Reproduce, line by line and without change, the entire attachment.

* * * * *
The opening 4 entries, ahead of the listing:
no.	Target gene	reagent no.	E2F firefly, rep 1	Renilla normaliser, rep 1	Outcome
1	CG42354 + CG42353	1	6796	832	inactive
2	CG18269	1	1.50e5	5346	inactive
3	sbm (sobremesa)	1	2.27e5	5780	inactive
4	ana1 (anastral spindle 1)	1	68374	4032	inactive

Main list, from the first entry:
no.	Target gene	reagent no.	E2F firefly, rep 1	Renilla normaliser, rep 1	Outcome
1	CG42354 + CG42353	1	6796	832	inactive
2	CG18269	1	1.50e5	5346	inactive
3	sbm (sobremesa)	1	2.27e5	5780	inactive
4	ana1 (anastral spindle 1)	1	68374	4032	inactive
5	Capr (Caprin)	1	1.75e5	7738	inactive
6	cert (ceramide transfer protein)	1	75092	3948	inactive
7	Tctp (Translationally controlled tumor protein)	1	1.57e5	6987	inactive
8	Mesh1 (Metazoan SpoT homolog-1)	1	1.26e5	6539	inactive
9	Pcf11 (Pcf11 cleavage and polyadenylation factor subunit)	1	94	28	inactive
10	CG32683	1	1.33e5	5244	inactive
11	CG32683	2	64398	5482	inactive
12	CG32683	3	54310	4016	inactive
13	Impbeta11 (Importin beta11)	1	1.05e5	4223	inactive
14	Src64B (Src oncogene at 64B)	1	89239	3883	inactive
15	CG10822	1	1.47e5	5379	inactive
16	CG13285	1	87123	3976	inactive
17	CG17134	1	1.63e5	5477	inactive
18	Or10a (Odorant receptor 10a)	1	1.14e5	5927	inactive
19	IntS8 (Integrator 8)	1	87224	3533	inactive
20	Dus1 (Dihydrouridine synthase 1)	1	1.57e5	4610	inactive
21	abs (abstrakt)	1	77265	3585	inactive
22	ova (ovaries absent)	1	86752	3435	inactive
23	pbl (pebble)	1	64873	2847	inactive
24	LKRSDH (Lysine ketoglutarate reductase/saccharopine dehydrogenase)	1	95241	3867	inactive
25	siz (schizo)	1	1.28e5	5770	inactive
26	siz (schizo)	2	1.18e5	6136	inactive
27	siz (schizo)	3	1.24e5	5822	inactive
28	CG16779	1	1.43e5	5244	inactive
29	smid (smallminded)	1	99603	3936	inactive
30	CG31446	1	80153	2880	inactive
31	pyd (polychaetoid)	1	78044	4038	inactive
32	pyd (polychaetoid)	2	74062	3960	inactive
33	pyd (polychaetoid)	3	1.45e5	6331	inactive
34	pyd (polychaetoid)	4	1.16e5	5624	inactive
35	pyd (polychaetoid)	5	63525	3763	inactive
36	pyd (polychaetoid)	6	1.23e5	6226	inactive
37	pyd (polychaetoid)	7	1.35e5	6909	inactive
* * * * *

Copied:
The opening 4 entries, ahead of the listing:
no.	Target gene	reagent no.	E2F firefly, rep 1	Renilla normaliser, rep 1	Outcome
1	CG42354 + CG42353	1	6796	832	inactive
2	CG18269	1	1.50e5	5346	inactive
3	sbm (sobremesa)	1	2.27e5	5780	inactive
4	ana1 (anastral spindle 1)	1	68374	4032	inactive

Main list, from the first entry:
no.	Target gene	reagent no.	E2F firefly, rep 1	Renilla normaliser, rep 1	Outcome
1	CG42354 + CG42353	1	6796	832	inactive
2	CG18269	1	1.50e5	5346	inactive
3	sbm (sobremesa)	1	2.27e5	5780	inactive
4	ana1 (anastral spindle 1)	1	68374	4032	inactive
5	Capr (Caprin)	1	1.75e5	7738	inactive
6	cert (ceramide transfer protein)	1	75092	3948	inactive
7	Tctp (Translationally controlled tumor protein)	1	1.57e5	6987	inactive
8	Mesh1 (Metazoan SpoT homolog-1)	1	1.26e5	6539	inactive
9	Pcf11 (Pcf11 cleavage and polyadenylation factor subunit)	1	94	28	inactive
10	CG32683	1	1.33e5	5244	inactive
11	CG32683	2	64398	5482	inactive
12	CG32683	3	54310	4016	inactive
13	Impbeta11 (Importin beta11)	1	1.05e5	4223	inactive
14	Src64B (Src oncogene at 64B)	1	89239	3883	inactive
15	CG10822	1	1.47e5	5379	inactive
16	CG13285	1	87123	3976	inactive
17	CG17134	1	1.63e5	5477	inactive
18	Or10a (Odorant receptor 10a)	1	1.14e5	5927	inactive
19	IntS8 (Integrator 8)	1	87224	3533	inactive
20	Dus1 (Dihydrouridine synthase 1)	1	1.57e5	4610	inactive
21	abs (abstrakt)	1	77265	3585	inactive
22	ova (ovaries absent)	1	86752	3435	inactive
23	pbl (pebble)	1	64873	2847	inactive
24	LKRSDH (Lysine ketoglutarate reductase/saccharopine dehydrogenase)	1	95241	3867	inactive
25	siz (schizo)	1	1.28e5	5770	inactive
26	siz (schizo)	2	1.18e5	6136	inactive
27	siz (schizo)	3	1.24e5	5822	inactive
28	CG16779	1	1.43e5	5244	inactive
29	smid (smallminded)	1	99603	3936	inactive
30	CG31446	1	80153	2880	inactive
31	pyd (polychaetoid)	1	78044	4038	inactive
32	pyd (polychaetoid)	2	74062	3960	inactive
33	pyd (polychaetoid)	3	1.45e5	6331	inactive
34	pyd (polychaetoid)	4	1.16e5	5624	inactive
35	pyd (polychaetoid)	5	63525	3763	inactive
36	pyd (polychaetoid)	6	1.23e5	6226	inactive
37	pyd (polychaetoid)	7	1.35e5	6909	inactive